Am I an intellectual prostitute? As a professional student in contemporary America, what else could I be? Former Cornell Law School dean, Roger Crampton, once said that law school tends to present the “hired gun” as one of the main “models of professional conduct to law students.” I suspect this is the implicit model of most professional and technical schools. As a hired gun, the professional functions as an “intellectual prostitute”, who hires out his intellectual talents to the highest bidder.
Even at Notre Dame, our graduates largely outsource their talents and capabilities to employers who dictate to them the expectations and requirements of professional life. The highest-paying jobs are usually those in which recent graduates have the least control, in terms of the ends and means of their work. Yet these are the jobs most respected and sought-after. Many of our graduates are taught to desire prestigious positions in large multi-national corporations or the organizations that serve such companies. And the more money that is offered, the more our graduates are willing to give employers control over their lives and work. Continue reading “Selling oneself to the highest bidder”
Following today’s decision that Hobby Lobby would not be required to provide birth control to its employees, I did a google image search for “hobby lobby supreme court.” A few images came up from protestors on both sides of the case. In one image, a group of women hold up signs saying, “NO BOSSES IN MY BEDROOM.”
You might be surprised to discover that these women did not mean to show their support for the Christian craft store. I suspect they were confused (as we all are from time to time, especially when we’re carrying posters). Regardless of their intent, perhaps both Hobby Lobby and its past critics can come together in appreciating one consequence of today’s decision: one more boss is out of the bedroom. Continue reading “Bosses in Bedrooms”
No act has greater public consequences than the act of sexual intercourse between a man and a woman. Few greater fictions exist than the idea that such an act is a purely private act. Continue reading “The Public Act of Sex”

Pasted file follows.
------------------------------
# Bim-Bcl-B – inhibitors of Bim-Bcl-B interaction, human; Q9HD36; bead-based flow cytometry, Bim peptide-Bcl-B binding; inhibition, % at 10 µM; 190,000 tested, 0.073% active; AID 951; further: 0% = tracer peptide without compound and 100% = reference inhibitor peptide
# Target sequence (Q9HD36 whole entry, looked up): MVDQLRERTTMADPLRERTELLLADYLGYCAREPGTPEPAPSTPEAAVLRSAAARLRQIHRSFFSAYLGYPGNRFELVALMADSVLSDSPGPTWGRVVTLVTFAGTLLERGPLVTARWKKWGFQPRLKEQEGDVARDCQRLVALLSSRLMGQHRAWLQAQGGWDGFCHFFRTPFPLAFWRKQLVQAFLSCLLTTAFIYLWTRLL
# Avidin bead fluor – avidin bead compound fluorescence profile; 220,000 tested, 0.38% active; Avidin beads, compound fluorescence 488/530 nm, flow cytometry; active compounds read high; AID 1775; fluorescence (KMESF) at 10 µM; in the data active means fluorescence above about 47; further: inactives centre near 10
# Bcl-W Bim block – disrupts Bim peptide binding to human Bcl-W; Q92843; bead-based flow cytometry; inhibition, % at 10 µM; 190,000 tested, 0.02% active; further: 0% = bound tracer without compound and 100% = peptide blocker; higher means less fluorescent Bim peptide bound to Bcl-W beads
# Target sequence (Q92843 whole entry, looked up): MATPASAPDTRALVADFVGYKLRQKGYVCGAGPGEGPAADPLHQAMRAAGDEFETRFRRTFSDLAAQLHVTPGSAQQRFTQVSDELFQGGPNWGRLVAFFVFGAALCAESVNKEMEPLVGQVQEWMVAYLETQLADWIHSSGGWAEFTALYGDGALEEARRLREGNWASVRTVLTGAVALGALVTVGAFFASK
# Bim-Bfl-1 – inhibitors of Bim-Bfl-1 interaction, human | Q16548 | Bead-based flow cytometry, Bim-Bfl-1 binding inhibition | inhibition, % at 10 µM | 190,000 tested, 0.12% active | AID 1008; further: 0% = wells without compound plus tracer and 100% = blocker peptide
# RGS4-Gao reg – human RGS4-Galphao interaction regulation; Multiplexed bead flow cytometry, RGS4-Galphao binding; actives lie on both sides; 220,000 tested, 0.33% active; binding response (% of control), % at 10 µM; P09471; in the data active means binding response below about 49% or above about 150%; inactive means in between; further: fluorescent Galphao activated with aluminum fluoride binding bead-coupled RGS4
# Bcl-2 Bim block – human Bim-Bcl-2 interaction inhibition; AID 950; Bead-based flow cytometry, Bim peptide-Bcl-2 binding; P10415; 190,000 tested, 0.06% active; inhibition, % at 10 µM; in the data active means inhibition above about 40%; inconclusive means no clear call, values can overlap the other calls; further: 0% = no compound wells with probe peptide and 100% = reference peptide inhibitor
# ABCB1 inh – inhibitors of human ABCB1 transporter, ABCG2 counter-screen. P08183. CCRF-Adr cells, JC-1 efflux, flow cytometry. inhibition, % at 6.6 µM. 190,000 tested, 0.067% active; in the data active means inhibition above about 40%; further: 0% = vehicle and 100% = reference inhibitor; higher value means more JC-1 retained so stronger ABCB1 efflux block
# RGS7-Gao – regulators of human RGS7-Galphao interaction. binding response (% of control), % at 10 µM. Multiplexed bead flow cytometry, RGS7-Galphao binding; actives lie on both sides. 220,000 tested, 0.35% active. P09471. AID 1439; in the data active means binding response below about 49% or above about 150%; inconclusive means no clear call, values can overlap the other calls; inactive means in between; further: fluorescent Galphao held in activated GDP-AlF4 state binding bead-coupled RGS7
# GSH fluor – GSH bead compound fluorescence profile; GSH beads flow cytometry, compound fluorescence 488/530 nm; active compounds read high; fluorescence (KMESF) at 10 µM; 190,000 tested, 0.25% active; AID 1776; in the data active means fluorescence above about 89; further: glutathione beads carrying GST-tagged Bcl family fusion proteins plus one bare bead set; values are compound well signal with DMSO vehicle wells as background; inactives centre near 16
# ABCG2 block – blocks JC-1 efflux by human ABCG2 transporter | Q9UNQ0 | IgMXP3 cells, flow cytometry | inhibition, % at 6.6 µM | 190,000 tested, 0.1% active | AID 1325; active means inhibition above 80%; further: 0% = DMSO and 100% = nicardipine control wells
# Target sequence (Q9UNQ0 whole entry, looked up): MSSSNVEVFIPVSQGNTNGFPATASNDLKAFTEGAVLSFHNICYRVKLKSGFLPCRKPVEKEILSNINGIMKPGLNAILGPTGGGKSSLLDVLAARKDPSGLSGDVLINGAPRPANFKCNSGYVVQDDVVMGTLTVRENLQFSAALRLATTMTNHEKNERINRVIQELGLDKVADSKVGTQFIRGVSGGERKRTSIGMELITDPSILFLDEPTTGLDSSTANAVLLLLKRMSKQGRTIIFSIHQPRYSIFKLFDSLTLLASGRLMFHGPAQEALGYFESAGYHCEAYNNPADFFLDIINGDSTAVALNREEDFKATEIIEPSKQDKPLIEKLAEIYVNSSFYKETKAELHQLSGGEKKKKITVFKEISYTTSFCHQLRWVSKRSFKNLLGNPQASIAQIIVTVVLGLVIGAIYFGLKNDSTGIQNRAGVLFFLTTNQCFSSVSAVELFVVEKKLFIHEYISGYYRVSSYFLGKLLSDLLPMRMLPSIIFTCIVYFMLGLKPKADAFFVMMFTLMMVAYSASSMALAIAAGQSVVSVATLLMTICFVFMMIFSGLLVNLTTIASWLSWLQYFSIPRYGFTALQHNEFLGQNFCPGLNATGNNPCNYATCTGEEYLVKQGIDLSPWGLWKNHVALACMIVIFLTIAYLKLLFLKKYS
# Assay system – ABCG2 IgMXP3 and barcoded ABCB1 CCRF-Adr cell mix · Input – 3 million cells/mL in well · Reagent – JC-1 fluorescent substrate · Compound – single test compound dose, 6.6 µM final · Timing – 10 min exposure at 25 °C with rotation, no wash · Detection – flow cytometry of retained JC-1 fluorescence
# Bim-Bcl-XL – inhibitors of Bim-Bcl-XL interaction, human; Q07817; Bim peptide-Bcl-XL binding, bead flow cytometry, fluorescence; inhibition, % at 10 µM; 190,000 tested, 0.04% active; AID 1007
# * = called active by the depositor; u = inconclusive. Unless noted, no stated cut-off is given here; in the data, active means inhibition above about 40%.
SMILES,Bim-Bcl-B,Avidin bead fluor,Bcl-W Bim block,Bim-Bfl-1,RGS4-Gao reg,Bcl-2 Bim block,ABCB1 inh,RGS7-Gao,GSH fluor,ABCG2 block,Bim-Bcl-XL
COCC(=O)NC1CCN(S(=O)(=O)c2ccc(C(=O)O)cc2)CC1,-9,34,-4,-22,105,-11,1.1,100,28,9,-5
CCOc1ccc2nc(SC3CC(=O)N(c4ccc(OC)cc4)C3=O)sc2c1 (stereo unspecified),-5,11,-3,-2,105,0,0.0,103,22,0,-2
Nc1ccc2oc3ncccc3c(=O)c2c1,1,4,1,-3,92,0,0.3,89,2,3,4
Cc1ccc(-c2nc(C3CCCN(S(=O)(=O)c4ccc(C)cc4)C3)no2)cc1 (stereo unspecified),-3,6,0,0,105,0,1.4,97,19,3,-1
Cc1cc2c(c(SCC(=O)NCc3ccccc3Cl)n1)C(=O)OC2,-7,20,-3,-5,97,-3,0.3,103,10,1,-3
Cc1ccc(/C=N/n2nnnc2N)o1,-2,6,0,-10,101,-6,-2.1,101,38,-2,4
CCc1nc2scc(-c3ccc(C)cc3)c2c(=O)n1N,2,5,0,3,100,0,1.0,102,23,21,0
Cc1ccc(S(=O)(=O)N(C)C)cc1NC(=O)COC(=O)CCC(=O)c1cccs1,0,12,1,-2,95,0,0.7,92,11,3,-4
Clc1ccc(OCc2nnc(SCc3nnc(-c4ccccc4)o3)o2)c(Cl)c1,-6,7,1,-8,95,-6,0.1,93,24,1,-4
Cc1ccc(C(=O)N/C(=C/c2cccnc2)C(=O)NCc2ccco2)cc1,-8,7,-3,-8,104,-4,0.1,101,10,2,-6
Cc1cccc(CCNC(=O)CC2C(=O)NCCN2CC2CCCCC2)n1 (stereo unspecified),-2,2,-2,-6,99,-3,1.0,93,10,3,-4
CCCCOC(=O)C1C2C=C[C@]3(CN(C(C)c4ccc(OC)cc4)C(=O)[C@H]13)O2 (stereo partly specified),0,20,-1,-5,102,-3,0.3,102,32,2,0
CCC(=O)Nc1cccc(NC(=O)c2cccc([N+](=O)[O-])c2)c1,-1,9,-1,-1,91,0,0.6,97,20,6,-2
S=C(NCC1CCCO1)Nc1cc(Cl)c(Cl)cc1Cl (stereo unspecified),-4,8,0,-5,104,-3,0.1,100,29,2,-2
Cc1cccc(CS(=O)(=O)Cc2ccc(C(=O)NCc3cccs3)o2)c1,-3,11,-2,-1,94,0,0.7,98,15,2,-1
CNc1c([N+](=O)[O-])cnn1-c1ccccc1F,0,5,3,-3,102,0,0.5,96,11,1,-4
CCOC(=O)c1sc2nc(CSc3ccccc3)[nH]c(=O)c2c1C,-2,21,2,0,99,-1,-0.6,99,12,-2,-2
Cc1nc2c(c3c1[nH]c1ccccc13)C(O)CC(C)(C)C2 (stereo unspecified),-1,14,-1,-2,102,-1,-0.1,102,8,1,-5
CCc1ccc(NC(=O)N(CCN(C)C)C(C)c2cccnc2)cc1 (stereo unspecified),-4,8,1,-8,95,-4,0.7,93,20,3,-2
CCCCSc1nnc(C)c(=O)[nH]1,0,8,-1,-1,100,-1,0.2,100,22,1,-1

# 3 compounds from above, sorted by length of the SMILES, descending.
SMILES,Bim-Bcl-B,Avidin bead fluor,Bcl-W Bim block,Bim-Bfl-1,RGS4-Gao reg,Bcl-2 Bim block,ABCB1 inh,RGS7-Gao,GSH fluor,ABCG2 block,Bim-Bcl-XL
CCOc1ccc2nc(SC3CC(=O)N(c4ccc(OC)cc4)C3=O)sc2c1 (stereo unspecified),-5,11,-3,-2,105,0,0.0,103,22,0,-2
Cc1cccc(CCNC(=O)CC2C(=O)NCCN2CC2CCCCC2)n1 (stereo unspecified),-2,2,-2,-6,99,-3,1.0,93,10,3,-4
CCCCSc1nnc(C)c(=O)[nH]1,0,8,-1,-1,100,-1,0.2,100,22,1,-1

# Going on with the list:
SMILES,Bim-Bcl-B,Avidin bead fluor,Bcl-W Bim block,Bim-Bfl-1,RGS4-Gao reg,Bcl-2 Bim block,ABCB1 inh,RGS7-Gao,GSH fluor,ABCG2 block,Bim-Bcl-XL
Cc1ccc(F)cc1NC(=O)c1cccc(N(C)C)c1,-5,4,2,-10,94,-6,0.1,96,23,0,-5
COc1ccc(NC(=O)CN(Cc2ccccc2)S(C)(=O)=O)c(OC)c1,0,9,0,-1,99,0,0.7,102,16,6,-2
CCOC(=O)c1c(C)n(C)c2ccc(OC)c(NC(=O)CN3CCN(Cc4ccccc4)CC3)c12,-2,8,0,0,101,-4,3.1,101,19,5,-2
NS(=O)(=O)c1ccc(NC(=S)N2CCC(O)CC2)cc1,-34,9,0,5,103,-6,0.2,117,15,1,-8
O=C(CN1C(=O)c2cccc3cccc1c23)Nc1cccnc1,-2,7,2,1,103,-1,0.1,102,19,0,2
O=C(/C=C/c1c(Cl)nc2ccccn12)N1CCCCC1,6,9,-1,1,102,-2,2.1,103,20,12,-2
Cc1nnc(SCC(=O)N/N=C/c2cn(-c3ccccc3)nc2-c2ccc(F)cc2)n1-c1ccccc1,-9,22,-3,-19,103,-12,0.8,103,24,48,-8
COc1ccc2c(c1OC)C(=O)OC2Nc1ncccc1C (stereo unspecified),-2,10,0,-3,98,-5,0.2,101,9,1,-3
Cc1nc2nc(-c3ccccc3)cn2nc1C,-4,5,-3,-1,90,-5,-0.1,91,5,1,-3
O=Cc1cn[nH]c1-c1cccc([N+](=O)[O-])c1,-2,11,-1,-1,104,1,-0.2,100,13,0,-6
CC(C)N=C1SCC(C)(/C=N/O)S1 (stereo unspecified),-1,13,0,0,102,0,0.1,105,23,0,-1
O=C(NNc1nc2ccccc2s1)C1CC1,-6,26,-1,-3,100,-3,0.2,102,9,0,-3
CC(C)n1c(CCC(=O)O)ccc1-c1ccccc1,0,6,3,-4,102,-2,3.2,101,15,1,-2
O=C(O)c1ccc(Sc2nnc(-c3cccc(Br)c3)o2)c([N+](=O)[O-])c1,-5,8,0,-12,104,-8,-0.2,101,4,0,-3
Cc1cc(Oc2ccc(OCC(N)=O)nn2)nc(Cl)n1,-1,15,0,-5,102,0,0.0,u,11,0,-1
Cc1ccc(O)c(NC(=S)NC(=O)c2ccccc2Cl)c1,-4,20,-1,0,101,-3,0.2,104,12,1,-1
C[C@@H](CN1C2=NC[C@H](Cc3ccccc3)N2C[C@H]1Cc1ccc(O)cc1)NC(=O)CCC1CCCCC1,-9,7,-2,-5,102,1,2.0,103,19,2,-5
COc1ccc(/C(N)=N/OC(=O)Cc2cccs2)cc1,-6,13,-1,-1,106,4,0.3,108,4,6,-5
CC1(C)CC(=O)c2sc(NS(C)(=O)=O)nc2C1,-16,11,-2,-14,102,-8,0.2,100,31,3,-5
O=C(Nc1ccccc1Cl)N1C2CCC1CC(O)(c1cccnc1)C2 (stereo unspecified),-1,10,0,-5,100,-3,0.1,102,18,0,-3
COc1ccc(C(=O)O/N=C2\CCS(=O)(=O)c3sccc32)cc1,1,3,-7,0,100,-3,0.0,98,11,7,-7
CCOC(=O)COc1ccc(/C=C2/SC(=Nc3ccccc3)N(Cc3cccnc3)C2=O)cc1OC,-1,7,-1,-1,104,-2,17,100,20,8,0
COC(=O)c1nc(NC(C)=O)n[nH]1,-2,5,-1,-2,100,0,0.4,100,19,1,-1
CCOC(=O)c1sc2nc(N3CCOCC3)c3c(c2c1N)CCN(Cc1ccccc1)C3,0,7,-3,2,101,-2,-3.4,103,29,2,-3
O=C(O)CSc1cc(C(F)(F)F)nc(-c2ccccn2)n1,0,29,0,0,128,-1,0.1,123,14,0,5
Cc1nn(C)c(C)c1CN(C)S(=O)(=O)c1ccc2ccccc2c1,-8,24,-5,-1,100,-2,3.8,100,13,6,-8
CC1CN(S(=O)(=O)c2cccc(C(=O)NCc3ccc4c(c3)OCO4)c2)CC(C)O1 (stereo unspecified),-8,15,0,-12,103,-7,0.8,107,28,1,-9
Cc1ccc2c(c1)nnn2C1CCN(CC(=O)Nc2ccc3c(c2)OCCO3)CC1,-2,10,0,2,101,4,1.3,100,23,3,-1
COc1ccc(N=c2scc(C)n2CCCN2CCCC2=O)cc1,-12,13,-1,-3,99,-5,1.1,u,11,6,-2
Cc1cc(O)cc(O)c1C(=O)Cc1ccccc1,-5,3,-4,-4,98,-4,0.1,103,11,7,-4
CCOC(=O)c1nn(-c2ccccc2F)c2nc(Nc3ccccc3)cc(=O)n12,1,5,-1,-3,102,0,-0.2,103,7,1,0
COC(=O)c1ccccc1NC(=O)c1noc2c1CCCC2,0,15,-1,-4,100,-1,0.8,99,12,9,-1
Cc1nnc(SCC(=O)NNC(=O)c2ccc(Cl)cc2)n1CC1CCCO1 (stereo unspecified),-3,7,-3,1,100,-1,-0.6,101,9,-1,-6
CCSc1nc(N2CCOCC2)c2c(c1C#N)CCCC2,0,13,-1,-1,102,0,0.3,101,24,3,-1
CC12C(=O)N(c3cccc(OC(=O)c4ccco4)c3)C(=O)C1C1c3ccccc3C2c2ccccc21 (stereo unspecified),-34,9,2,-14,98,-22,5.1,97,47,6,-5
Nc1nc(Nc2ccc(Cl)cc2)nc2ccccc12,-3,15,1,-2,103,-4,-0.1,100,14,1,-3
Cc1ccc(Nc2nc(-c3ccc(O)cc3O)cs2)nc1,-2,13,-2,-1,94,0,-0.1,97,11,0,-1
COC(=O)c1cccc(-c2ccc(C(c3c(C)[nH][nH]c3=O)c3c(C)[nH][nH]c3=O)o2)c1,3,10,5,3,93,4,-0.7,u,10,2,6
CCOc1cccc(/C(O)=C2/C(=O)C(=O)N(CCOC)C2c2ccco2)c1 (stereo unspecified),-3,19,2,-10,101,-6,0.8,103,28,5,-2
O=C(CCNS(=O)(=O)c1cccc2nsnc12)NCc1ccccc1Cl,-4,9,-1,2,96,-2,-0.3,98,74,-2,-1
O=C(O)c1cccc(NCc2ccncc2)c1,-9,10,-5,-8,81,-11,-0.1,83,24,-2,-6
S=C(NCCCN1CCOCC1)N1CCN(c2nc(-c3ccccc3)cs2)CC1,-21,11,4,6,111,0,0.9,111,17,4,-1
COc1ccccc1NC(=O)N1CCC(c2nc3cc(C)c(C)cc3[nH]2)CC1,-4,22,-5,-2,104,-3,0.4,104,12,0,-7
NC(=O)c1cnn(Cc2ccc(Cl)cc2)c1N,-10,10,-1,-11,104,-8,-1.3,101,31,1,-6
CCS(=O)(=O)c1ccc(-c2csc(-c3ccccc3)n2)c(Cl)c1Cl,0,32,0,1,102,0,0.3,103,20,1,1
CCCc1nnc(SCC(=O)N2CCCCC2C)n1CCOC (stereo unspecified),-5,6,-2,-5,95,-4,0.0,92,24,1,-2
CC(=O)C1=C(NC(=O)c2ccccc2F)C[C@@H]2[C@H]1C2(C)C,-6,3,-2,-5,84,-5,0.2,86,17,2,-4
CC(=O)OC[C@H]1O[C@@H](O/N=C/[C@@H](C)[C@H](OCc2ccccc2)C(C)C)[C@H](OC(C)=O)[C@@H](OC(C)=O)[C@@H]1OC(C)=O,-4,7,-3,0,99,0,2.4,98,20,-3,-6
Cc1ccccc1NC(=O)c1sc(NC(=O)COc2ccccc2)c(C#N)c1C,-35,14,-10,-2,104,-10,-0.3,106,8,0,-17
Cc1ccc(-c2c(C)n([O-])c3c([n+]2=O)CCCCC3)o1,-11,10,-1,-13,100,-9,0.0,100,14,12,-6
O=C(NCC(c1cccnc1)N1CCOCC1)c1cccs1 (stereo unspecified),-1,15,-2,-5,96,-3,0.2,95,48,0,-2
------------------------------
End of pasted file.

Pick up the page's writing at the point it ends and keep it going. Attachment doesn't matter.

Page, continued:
When I started law school, I expected to get into all kinds of contentious debates. I do hold, after all, pretty extreme views. I agree with Catholicism’s teachings on… well… everything – abortion, birth control, marriage, etc., etc., etc. I always suspected that I would become a source of controversy. I never suspected I would become a zoo animal. Continue reading “On Being a Zoo Animal”
The following column was published in the Irish Rover on Thursday, March 20, 2014.
On February 12, the Seventh Circuit Court of Appeals held an oral argument in Notre Dame’s case against the HHS mandate. Among the more surprising moments was Judge Posner’s question to Notre Dame attorney Matthew Kairis, asking whether the use of birth control was a mortal or a venial sin. Even more surprising was the admission of ignorance by Kairis, a graduate of Notre Dame’s Program of Liberal Studies, followed by Judge Posner’s answer that it is a mortal sin.
Continue reading “Compliance Questions”
The Myth of Persecution by Candida Moss, professor of New Testament and Early Christianity at the University of Notre Dame, seeks to correct commonly-held beliefs about Christian persecution in the early Church. Through a compelling and thorough history, she shows that, contrary to the rhetoric of many today, persecution was often sporadic and irregular in the early days of Christianity. Continue reading “The Martyr for 2+2=4”
This is a revised version of my earlier post by the same title, which was submitted to but not published in Notre Dame’s Irish Rover.
In the last edition of the Irish Rover, Dr. Jim Sterba, professor of philosophy at Notre Dame, offered remarks in “Point-counterpoint: debating Notre Dame’s HHS lawsuit.” At the crux of his argument is the claim that, if the University is to be successful in its lawsuit, it “should abandon its opposition to providing contraceptives, unless it can come up with a reason-alone (non-religiously-based) argument in support of its opposition.” Indeed, a reason-based argument is one that ought to be sought out by the University and its members. However, the motivations to pursue such an argument, as stated in this article, are quite questionable. Continue reading “Professor Jim Sterba and the Arrogance of the Age”